Cruisers Forum
 


Join CruisersForum Today

Reply
 
Thread Tools Rate Thread Display Modes
Old 18-05-2008, 13:14   #16
Registered User
 
Fishspearit's Avatar

Join Date: Jan 2006
Location: FL
Posts: 576
Red face

Quote:
Experience indicates that the catamaran is more likely to sustain a lightning strike;
That's the line that has me scratching my head

Can anyone explain why that would be?
__________________

__________________
www.LionfishHunting.com
Fishspearit is offline   Reply With Quote
Old 18-05-2008, 14:09   #17
Armchair Bucketeer
 
David_Old_Jersey's Avatar

Join Date: Oct 2006
Posts: 10,013
Images: 4
No idea about electrickery - but maybe that should read "More likely to make a claim following a lightening strike"?

Do they earth differently? or just have more toys onboard to fry and claim for?....could of course just be a statistical blip accross his desk.

Or God has a Mono
__________________

__________________
David_Old_Jersey is offline   Reply With Quote
Old 18-05-2008, 14:53   #18
CF Adviser
 
TabbyCat's Avatar

Cruisers Forum Supporter

Join Date: Jul 2007
Location: cruising in the Pacific
Boat: MaineCat Catamaran 41'
Posts: 334
Images: 1
Send a message via Skype™ to TabbyCat
I don't have any statistical data to share, just anecdotal information:

1. Most cats have lots of metal running horizontally between the hulls, such as very large cables connecting the battery banks across the hulls, metal rods between the rudders, and the crossbeam at the bow. The theory is that all this horizontally aligned metal presents a more appealing target for lightning.

2. Most cats don't have metal in their keels, so are not as well grounded as a monohull.

I have personally taken a surprising number of claims for cats, especially when hauled out ashore. I know of two recent incidents in which cats were hauled out for less than a week (one for bottom painting, another for a mechanical repair) and they were struck by lightning. We have a "strikeshield" on our cat which is a heavy cable that attaches to the bottom of the mast & hangs in the water. Next time we haul out, I'm going to make sure it is well buried in the ground.
__________________
Susan
IMIS - Int'l Marine Ins Svcs
http://www.MarineInsurance.CC
TabbyCat is offline   Reply With Quote
Old 18-05-2008, 17:16   #19
Senior Cruiser
 
Therapy's Avatar

Cruisers Forum Supporter

Join Date: Jul 2007
Location: W Florida
Boat: The Jon boat still, plus a 2007 SeaCat.
Posts: 6,894
Images: 4
Quote:
Originally Posted by TabbyCat View Post
. We have a "strikeshield" on our cat which is a heavy cable that attaches to the bottom of the mast & hangs in the water. Next time we haul out, I'm going to make sure it is well buried in the ground.
Many years ago in Tampa Bay there was this little (uninsured) 18ft Westerly that was sailed in all sorts of weather. It had three stays and at the base of each one was clamped a cable that dragged in the water.

Don't know if it worked or not but never a strike............
__________________
Therapy is offline   Reply With Quote
Old 18-05-2008, 17:41   #20
Senior Cruiser

Cruisers Forum Supporter

Join Date: Nov 2005
Location: Tasmania
Boat: VandeStadt IOR 40' - Insatiable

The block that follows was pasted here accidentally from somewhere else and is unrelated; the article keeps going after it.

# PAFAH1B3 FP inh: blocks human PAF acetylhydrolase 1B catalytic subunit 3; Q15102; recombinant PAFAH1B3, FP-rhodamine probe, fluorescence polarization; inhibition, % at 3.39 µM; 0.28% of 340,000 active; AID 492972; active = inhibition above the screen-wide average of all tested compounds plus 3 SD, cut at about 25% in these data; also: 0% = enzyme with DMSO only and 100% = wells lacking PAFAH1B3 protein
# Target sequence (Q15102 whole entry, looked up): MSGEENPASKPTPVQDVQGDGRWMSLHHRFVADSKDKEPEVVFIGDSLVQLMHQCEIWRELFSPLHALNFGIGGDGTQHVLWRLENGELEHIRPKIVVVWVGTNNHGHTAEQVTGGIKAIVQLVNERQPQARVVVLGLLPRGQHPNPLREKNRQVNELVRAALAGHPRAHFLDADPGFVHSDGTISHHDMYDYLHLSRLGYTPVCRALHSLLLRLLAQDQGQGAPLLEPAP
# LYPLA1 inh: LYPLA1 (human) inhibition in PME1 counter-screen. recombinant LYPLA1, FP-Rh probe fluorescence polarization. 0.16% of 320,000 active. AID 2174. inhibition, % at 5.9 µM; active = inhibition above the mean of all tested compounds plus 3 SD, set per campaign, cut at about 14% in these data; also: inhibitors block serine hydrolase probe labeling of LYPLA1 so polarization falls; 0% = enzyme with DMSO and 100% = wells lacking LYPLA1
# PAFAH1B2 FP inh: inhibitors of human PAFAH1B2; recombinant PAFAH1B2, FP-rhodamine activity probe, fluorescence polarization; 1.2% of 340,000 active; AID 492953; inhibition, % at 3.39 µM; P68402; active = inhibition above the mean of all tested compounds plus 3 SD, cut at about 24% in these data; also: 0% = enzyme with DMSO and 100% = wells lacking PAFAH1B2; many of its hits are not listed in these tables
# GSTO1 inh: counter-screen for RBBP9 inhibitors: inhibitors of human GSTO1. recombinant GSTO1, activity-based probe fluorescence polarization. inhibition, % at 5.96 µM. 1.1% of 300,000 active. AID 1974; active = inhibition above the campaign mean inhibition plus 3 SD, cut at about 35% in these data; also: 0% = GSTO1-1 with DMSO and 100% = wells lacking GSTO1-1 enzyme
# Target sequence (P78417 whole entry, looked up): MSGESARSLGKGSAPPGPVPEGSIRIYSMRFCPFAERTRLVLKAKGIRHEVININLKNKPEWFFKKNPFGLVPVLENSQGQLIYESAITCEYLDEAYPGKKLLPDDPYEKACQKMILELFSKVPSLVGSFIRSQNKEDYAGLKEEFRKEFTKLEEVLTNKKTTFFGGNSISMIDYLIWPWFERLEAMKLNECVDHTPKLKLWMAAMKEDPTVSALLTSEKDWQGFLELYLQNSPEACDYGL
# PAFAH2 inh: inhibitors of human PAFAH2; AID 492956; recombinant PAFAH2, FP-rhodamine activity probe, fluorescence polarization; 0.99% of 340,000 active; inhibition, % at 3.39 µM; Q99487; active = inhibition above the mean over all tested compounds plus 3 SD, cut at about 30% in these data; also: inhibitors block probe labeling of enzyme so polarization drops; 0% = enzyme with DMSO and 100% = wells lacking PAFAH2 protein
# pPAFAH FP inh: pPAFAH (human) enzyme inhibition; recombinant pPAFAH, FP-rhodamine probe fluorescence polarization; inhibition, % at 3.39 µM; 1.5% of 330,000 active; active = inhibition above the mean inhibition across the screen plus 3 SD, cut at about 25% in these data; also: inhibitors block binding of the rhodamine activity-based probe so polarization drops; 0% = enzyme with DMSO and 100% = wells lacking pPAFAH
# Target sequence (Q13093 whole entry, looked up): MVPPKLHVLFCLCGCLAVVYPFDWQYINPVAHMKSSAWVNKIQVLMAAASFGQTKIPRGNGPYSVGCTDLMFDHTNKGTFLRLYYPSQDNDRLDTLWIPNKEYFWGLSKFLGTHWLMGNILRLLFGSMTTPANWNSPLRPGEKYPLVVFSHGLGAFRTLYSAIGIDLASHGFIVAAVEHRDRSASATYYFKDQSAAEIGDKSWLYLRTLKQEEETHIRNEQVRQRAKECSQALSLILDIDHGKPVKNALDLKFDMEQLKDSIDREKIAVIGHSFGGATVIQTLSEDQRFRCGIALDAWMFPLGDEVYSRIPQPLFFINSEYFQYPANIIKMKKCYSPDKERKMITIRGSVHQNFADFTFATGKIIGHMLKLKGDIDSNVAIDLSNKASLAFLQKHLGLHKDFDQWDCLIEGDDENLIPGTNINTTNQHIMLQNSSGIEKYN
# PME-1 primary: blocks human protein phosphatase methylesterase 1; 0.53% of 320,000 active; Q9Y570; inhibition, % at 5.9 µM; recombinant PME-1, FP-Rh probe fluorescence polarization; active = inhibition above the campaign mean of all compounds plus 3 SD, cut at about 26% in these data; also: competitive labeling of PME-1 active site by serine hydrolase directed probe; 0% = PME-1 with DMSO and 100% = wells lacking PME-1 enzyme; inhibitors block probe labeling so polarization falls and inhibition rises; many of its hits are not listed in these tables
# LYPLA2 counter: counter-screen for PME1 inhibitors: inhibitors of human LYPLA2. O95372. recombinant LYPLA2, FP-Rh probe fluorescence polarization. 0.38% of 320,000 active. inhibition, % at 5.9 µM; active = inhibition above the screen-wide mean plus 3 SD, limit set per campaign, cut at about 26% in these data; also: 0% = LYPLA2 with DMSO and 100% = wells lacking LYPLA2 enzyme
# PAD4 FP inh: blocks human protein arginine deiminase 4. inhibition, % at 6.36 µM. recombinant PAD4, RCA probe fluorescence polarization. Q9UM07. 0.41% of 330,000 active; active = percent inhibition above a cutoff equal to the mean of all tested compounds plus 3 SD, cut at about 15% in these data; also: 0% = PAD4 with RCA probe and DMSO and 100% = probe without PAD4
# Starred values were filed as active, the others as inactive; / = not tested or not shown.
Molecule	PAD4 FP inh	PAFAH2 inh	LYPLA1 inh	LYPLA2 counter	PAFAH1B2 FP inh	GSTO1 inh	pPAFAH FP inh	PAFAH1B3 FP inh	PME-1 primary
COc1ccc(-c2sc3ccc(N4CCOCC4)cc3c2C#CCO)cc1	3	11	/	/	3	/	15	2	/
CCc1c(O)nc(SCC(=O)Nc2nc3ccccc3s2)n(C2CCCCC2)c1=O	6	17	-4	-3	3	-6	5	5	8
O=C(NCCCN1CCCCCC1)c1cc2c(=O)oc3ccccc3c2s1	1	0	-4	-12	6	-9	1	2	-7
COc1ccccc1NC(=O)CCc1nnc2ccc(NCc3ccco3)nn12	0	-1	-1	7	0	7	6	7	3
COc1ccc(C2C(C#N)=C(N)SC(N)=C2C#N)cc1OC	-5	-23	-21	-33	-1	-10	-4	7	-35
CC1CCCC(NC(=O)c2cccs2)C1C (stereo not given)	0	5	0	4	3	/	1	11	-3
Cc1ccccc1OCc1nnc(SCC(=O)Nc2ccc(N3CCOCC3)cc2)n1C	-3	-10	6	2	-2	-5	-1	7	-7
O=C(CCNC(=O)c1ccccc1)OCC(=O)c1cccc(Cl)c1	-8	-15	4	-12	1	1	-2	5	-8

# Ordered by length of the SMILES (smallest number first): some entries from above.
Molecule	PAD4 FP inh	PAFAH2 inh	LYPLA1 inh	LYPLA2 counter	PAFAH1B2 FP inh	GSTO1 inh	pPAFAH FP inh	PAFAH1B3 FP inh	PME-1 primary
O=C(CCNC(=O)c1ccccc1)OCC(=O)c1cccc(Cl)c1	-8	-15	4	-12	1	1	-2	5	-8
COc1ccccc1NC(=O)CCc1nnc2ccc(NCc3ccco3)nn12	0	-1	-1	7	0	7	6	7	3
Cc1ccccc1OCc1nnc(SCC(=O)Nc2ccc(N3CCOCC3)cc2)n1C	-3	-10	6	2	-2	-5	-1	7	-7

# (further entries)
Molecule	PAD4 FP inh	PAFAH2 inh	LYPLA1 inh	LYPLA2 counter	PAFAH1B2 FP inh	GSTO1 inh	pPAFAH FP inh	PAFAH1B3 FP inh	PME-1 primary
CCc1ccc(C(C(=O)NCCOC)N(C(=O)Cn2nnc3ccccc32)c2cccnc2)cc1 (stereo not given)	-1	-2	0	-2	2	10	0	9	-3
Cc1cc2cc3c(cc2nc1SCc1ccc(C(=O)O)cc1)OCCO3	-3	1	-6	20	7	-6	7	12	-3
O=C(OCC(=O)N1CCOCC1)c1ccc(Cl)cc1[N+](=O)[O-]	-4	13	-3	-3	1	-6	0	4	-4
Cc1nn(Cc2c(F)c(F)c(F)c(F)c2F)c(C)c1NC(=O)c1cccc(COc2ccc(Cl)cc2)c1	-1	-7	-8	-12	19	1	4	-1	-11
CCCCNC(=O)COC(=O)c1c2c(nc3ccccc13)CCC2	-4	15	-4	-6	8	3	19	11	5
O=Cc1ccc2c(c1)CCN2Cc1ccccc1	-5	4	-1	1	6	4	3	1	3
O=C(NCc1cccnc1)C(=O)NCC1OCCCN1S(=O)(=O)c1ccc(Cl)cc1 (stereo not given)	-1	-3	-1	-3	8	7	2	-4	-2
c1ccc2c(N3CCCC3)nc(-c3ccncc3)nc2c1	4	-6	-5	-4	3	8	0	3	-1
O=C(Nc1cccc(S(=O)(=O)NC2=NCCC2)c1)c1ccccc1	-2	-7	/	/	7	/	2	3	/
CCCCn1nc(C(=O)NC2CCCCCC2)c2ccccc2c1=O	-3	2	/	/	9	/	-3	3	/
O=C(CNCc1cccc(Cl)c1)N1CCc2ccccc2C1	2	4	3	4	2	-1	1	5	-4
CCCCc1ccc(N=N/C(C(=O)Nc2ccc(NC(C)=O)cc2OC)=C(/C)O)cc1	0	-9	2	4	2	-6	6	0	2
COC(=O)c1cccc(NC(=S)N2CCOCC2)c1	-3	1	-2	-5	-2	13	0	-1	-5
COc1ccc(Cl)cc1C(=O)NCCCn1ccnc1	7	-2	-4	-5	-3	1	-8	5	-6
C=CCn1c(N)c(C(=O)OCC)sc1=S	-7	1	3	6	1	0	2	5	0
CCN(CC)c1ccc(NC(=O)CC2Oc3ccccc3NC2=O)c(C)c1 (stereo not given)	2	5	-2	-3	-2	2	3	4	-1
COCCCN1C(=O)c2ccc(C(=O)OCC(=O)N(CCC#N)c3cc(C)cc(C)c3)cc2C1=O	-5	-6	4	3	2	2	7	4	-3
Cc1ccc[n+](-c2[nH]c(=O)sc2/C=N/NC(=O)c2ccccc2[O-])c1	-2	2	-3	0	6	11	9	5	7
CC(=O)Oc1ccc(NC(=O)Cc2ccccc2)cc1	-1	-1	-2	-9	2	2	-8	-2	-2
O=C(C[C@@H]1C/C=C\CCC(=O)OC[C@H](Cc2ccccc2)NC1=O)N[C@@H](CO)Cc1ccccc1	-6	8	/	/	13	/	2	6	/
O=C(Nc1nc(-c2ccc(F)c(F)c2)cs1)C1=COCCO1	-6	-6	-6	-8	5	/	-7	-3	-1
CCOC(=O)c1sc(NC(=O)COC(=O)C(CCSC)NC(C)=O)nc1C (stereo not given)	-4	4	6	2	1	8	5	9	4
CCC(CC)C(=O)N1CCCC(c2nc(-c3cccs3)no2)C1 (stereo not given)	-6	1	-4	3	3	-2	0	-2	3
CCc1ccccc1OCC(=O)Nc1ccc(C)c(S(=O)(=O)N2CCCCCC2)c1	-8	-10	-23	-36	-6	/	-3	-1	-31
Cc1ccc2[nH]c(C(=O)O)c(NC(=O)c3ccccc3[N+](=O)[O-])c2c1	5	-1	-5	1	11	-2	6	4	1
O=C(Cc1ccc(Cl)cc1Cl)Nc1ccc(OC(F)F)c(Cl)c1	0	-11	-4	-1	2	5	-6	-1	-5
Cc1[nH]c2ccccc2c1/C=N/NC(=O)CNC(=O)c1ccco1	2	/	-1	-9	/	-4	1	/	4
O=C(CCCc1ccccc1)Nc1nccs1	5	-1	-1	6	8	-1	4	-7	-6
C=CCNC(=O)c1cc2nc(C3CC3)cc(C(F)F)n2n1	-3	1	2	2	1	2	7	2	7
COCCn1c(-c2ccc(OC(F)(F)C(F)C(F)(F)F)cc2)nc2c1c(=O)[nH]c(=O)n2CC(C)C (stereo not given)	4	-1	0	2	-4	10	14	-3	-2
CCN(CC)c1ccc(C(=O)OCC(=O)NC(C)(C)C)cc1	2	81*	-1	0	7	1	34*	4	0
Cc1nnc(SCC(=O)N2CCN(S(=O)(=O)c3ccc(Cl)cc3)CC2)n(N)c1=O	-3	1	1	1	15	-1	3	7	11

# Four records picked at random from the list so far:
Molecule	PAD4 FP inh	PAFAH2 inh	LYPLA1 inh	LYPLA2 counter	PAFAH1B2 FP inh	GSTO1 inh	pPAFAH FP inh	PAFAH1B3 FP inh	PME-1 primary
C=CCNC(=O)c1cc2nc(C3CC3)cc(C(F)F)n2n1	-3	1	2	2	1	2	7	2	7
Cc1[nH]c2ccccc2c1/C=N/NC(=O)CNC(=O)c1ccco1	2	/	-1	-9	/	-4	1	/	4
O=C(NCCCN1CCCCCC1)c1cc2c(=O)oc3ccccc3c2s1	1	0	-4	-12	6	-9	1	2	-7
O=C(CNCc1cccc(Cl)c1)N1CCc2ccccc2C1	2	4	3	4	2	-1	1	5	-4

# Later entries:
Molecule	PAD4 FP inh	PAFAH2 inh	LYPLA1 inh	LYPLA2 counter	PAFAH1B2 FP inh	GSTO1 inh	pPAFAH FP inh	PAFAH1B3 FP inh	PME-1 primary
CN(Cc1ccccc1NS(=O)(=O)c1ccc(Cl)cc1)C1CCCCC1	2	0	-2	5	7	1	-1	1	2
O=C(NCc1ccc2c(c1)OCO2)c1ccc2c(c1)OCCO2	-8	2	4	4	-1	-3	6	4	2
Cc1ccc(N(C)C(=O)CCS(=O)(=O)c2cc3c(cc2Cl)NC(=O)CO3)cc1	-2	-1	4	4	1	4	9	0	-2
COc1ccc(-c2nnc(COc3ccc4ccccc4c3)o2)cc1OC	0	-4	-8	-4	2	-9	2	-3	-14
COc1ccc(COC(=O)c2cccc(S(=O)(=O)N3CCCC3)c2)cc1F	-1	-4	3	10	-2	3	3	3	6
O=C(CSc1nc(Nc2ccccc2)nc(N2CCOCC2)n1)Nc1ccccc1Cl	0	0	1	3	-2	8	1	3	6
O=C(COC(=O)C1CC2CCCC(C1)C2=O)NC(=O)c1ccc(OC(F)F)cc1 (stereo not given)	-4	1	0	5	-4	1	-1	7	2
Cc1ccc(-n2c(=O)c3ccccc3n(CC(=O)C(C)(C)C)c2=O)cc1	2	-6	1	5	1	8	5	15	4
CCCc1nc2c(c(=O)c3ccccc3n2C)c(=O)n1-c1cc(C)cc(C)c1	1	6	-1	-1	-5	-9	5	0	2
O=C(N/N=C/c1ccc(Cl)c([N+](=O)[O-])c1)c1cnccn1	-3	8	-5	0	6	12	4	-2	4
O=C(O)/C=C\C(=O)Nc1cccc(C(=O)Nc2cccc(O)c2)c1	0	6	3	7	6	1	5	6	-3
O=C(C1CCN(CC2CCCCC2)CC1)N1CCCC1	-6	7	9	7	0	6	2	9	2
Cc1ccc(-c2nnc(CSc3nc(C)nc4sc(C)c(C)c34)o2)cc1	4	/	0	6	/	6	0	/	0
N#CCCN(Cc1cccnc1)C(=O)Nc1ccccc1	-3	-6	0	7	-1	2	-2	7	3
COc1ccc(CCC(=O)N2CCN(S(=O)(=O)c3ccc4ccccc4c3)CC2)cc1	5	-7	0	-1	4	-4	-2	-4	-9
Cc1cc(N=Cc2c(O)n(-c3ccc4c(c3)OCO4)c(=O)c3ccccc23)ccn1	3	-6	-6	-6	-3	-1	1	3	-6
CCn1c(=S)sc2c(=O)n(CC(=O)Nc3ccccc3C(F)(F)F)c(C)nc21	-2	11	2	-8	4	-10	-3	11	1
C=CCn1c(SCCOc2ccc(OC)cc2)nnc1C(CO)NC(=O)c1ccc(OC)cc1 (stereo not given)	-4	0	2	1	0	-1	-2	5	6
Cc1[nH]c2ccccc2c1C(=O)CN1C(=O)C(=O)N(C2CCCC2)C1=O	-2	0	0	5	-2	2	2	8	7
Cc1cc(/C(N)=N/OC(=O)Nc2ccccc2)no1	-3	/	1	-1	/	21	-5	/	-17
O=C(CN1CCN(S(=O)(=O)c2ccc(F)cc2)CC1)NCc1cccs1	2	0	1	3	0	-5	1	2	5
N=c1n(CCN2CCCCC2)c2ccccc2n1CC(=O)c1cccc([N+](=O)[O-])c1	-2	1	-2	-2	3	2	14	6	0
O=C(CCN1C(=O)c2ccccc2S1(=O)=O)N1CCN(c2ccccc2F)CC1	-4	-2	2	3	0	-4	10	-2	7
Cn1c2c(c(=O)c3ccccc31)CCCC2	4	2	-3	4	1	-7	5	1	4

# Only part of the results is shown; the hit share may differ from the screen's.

Posts: 2,317
Images: 91
I don't believe that this type of action will prevent a lightning strike. I think the idea is that if you do get struck, the effect will be lessened.
__________________
Weyalan is offline   Reply With Quote
Old 18-05-2008, 18:12   #21
Senior Cruiser
 
Therapy's Avatar

Cruisers Forum Supporter

Join Date: Jul 2007
Location: W Florida
Boat: The Jon boat still, plus a 2007 SeaCat.
Posts: 6,894
Images: 4
Quote:
Originally Posted by Weyalan View Post
I don't believe that this type of action will prevent a lightning strike. I think the idea is that if you do get struck, the effect will be lessened.
I have heard that too.

I have heard also that if all is well grounded, the "cloud" sees the boat as the same as flat seas - like it isn't there.

This has nothing to do with marinas or "flash over" from other nearby strikes.


But is off topic too.

Sorry.
__________________
Therapy is offline   Reply With Quote
Old 19-05-2008, 00:04   #22
Moderator Emeritus
 
David M's Avatar

Cruisers Forum Supporter

Join Date: Sep 2007
Location: San Francisco Bay
Boat: research vessel
Posts: 10,150
Quote:
Originally Posted by GordMay View Post
* Notwithstanding their growing popularity, catamarans are more exposed to loss than monohulls. Experience indicates that the catamaran is more likely to sustain a lightning strike; the catamaran is more exposed to dismasting than other vessels; the beam of the catamaran makes secure mooring more difficult to obtain; catamarans present a significant capsizing risk. (Any vessel with an escape hatch in the hull bottom should be viewed with concern.); the stability of the catamaran makes it popular with those with less than extensive seagoing skills; ad infinitum
I would like to see these statistics and not just opinions. Do catamarans actually have more claims than monohulls? Are there any available statistics? This may make or break whether I buy a catamaran or not. Not so much the premiums, but are cats statistically more dangerous?

How on earth a catamaran is more prone to lightning strikes is beyond me. Any ideas?

David
__________________
David

Life begins where land ends.
David M is offline   Reply With Quote
Old 19-05-2008, 00:12   #23
Senior Cruiser
 
Alan Wheeler's Avatar

Cruisers Forum Supporter

Join Date: Dec 2003
Location: Marlborough Sounds. New Zealand
Boat: Hartley Tahitian 45ft. Leisure Lady
Posts: 8,038
Images: 102
There are a lot of "old wives tales" out there. Most of it is rubbish. The odd one or two have merrit. But then a strike occurs that simply didn't play by the rules and it leaves scientists scratching their heads again. Some things that are known.
Lightning can travel vast distances. As much as ten miles. Those few feet from top of mast to water is nothing after traveling so far.